Building an analyst firm one tweet at a time

I was taking a quick peek into my twiver last week and saw this update

from Forrester Analyst Jeremiah Owyang
This got me to thinking over the weekend about the state of the industry analyst industry (say that three times fast).  I have been engaging with a number of analysts in the past few weeks and most of them are outside of the traditional ‘PLM’ or ‘Manufacturing’ practice leads that I normally talk with.  All of them are really smart in their topic areas and I always do learn something or gain a new way of looking at something each time I talk with them.  
What occurred to me though is that analysts really cater to the early / late majority of the adoption curve.  This may seem rather obvious, after all that’s where most of the customers are.  But it does represent a particular challenge when your at a company that is traditionally very conservative and part of the late majority at best and are trying to move earlier in the curve: one of the first things you get asked by the senior execs you are pitching is “where is the Industry Analyst research to back up what you are proposing?”  Well, there is none.  This is the cutting edge and by the time it gets to the pages of an industry analyst, its already ‘old news’ and ‘everyone’ will be doing it.  It sort of reminds me what a professor once told me about his stock broker friends that never read the WSJ (which was at the time my bible of all business goings on): “real brokers never trade on news in the WSJ – by the time it gets there its no longer trading on the future, which is the basis for having any advantage.”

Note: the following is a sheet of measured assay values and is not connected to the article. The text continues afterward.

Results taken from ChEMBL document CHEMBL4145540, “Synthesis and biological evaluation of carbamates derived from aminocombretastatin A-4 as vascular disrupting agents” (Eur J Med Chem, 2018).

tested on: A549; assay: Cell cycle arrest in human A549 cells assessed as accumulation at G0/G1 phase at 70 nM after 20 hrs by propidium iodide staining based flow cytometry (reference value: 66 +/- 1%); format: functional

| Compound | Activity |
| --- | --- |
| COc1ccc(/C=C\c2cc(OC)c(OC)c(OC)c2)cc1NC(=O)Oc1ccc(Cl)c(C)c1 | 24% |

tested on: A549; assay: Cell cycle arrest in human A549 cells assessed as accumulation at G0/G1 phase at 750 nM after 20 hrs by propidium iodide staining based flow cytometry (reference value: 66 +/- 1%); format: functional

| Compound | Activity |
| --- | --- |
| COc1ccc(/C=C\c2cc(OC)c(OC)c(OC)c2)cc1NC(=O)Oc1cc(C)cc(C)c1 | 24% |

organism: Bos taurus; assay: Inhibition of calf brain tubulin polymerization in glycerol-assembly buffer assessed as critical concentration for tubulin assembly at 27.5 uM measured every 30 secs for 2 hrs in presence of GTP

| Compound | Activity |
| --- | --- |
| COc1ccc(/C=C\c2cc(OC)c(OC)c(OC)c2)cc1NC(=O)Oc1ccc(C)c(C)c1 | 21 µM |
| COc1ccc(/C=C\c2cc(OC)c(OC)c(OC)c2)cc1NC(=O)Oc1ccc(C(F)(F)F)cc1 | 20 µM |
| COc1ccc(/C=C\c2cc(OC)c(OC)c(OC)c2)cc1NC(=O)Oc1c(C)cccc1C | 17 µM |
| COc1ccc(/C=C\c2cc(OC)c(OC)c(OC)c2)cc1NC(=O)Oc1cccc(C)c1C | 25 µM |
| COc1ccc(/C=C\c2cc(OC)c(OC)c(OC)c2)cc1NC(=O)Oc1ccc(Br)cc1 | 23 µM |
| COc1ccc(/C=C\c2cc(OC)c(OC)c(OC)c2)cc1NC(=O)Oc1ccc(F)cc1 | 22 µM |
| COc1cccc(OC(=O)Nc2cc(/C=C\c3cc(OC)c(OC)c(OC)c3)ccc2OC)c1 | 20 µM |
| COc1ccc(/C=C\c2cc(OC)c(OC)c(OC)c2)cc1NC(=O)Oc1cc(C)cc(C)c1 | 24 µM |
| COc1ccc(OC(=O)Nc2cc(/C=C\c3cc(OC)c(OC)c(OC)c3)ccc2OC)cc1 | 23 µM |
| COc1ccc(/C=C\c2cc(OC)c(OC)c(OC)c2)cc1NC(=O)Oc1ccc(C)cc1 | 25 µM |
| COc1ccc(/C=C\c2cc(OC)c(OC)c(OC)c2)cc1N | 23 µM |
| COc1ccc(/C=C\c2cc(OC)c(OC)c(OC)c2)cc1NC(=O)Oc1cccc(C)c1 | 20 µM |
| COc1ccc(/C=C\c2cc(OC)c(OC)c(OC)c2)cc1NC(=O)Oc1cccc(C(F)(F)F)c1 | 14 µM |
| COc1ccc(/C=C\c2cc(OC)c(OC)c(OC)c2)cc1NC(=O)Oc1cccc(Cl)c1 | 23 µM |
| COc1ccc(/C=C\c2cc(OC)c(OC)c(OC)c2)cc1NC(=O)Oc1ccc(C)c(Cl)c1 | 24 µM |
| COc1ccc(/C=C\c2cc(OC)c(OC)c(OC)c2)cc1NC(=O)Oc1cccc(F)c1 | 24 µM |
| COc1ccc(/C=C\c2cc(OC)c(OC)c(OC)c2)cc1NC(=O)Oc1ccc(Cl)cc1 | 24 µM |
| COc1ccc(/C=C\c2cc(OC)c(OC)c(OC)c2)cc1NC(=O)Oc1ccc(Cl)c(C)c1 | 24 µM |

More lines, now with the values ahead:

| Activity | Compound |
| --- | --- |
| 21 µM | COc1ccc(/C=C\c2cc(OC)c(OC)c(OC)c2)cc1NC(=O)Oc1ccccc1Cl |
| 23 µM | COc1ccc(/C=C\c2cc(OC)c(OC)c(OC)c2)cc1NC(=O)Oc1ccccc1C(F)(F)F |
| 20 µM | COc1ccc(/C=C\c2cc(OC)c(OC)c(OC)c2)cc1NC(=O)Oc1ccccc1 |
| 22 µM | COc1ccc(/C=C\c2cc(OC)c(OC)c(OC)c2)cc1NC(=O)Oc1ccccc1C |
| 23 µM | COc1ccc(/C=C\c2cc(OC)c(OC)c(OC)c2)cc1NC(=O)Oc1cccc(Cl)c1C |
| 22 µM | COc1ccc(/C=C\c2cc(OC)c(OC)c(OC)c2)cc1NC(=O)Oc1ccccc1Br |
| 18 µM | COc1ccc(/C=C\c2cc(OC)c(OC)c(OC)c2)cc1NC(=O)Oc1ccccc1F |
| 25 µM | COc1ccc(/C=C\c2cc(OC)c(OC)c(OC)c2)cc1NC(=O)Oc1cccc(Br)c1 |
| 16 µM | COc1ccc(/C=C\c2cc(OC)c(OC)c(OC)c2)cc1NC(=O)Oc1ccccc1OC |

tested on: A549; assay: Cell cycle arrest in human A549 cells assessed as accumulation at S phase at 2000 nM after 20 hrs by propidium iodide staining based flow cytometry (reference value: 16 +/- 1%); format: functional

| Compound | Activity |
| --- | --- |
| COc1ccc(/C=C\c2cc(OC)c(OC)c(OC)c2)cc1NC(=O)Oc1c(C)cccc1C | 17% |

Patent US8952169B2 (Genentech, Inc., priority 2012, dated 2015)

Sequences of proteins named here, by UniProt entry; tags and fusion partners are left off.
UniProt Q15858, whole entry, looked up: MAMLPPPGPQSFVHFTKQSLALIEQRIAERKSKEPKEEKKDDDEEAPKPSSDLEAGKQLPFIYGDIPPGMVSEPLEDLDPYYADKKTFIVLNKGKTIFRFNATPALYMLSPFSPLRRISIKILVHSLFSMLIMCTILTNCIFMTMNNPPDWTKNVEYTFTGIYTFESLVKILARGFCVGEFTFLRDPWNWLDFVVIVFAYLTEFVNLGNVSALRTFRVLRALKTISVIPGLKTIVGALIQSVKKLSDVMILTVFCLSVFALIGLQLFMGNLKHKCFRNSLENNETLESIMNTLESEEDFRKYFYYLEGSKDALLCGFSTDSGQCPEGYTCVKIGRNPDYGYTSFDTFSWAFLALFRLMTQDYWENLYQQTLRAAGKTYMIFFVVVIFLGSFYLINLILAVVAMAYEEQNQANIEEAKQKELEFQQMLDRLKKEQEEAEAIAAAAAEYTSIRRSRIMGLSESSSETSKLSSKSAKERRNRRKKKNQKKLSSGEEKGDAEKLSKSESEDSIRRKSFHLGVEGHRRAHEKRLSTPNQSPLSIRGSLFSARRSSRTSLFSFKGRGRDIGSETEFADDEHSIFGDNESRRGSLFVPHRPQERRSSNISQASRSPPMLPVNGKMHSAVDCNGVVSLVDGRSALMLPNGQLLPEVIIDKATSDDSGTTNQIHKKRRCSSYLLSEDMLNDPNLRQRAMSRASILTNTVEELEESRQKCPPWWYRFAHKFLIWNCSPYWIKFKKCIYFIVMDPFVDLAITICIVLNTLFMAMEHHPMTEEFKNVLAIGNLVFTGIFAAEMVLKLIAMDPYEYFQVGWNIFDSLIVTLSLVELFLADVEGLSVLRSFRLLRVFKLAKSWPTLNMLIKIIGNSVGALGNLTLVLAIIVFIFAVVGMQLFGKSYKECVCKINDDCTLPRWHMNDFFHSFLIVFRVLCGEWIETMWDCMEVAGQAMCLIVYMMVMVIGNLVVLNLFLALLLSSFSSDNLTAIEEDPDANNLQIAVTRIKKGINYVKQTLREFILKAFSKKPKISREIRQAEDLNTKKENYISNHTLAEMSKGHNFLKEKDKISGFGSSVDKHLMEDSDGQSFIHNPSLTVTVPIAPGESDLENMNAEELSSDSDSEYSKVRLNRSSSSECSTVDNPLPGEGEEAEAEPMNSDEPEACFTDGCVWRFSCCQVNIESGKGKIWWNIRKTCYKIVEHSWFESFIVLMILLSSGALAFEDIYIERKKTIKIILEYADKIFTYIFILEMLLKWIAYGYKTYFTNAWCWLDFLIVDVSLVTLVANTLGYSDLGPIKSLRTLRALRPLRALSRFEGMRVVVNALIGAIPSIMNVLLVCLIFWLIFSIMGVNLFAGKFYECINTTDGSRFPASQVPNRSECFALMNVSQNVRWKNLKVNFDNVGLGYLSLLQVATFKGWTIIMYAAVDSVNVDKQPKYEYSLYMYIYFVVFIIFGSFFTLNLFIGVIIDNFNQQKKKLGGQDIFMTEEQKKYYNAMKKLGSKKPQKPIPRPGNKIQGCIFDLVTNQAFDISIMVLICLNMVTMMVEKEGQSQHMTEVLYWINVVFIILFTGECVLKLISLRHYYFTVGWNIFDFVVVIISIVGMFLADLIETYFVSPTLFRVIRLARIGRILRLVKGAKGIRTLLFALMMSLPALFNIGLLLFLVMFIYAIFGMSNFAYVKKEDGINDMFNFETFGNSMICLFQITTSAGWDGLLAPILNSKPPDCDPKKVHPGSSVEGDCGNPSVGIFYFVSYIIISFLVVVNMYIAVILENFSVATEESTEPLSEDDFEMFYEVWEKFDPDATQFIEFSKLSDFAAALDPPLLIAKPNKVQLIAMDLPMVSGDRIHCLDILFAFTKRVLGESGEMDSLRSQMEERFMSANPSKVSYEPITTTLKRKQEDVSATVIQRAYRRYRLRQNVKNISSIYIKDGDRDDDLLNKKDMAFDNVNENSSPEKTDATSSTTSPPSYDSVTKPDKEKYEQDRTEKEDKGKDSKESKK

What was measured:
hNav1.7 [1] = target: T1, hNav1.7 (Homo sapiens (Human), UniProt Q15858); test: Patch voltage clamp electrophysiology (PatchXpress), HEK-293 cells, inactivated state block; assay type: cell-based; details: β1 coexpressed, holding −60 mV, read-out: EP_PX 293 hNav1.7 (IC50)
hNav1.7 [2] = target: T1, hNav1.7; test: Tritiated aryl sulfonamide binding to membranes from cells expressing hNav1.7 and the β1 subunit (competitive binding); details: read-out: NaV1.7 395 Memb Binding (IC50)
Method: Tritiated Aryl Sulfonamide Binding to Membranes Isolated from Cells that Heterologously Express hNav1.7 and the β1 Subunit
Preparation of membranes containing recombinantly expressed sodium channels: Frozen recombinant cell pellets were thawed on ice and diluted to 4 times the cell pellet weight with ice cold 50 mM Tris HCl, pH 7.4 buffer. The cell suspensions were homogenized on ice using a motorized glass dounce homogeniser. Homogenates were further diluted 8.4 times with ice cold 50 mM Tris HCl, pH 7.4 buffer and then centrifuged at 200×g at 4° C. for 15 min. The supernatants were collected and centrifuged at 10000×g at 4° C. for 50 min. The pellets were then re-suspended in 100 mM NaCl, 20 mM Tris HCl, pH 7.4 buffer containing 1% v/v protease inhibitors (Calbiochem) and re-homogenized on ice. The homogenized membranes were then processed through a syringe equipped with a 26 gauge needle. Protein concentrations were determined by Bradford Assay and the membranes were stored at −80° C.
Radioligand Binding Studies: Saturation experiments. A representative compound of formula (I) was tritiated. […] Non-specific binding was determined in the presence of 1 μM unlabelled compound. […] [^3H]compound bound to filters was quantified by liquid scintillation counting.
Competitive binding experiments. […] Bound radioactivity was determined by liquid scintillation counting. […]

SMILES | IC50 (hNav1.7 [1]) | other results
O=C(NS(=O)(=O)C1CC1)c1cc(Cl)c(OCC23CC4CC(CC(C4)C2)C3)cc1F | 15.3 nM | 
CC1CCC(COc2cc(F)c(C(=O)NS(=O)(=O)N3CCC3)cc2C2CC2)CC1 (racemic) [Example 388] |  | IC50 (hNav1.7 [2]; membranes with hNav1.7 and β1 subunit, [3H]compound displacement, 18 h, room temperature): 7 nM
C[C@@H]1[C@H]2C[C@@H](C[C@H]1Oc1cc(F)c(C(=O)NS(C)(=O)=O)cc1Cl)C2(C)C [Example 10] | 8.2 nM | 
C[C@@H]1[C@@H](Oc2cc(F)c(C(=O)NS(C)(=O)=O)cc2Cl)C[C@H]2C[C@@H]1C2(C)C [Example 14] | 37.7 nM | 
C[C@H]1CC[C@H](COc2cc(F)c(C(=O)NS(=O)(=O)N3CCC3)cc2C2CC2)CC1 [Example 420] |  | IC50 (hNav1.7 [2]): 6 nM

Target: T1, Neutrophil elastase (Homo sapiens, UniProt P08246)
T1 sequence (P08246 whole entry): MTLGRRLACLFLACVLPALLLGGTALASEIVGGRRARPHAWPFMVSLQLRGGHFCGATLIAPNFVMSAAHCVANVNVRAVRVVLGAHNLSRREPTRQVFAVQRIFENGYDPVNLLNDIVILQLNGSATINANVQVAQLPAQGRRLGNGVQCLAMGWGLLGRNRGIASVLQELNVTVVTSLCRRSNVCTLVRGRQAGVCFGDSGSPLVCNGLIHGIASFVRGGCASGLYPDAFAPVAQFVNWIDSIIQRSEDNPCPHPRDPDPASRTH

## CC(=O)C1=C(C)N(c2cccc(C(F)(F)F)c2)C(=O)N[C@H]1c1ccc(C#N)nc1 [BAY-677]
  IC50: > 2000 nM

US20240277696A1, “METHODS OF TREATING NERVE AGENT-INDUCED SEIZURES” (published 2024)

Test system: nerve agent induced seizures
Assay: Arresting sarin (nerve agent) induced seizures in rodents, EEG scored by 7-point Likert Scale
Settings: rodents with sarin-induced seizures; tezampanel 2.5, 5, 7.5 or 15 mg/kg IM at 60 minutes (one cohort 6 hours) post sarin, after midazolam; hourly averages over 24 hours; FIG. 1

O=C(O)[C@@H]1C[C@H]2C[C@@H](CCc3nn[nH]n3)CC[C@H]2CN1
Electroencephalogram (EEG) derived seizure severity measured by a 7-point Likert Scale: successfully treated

Now, don’t misread what I am saying: there are a lot of very progressive and cutting edge analysts out there (I have run into many of them in the last few weeks).  Its just that the reports they produce are answering questions that I already generally have an idea of the answer – they just add the data to confirm what I already thought.  Generally they are adding confidence – not new discoveries.
The real question is: is this just the way it has to be?  Are the resources required for primary research and market analysis such that the only way to amortize the cost is to focus on the center of the bell curve? Or is it more of a research material question?  In other words in this case there is no chicken / egg problem: there has to be the chicken of enough people / companies doing something before it represents the egg of something that is possible to track / analyze and report on, creating more chickens later on up the curve.
Or is there a real opportunity for a niche / focused analyst to find a following amongst the early adopters?  Is there a big enough market there to make a business out of and more than just a flash in the pan?  If so, it would have to be analysis that was very quick to react and be based on very small sample sizes.  It would ave to be a firm built to respond to their clients’ questions via Twitter.  Maybe a new practice / subscritption service for someone to build out…





7 responses to “Building an analyst firm one tweet at a time”

  1. Barbara French Avatar

    Chris, Interesting observations. There’s a much stronger tradition of industry analysts focusing on the hazy space between the “bleeding edge” and “tipping point” in the main tech areas outside software — e.g. networking, security, semiconductors, sensors, nanotech, displays, CE. Recently, even services and support analysts are digging into this territory more often.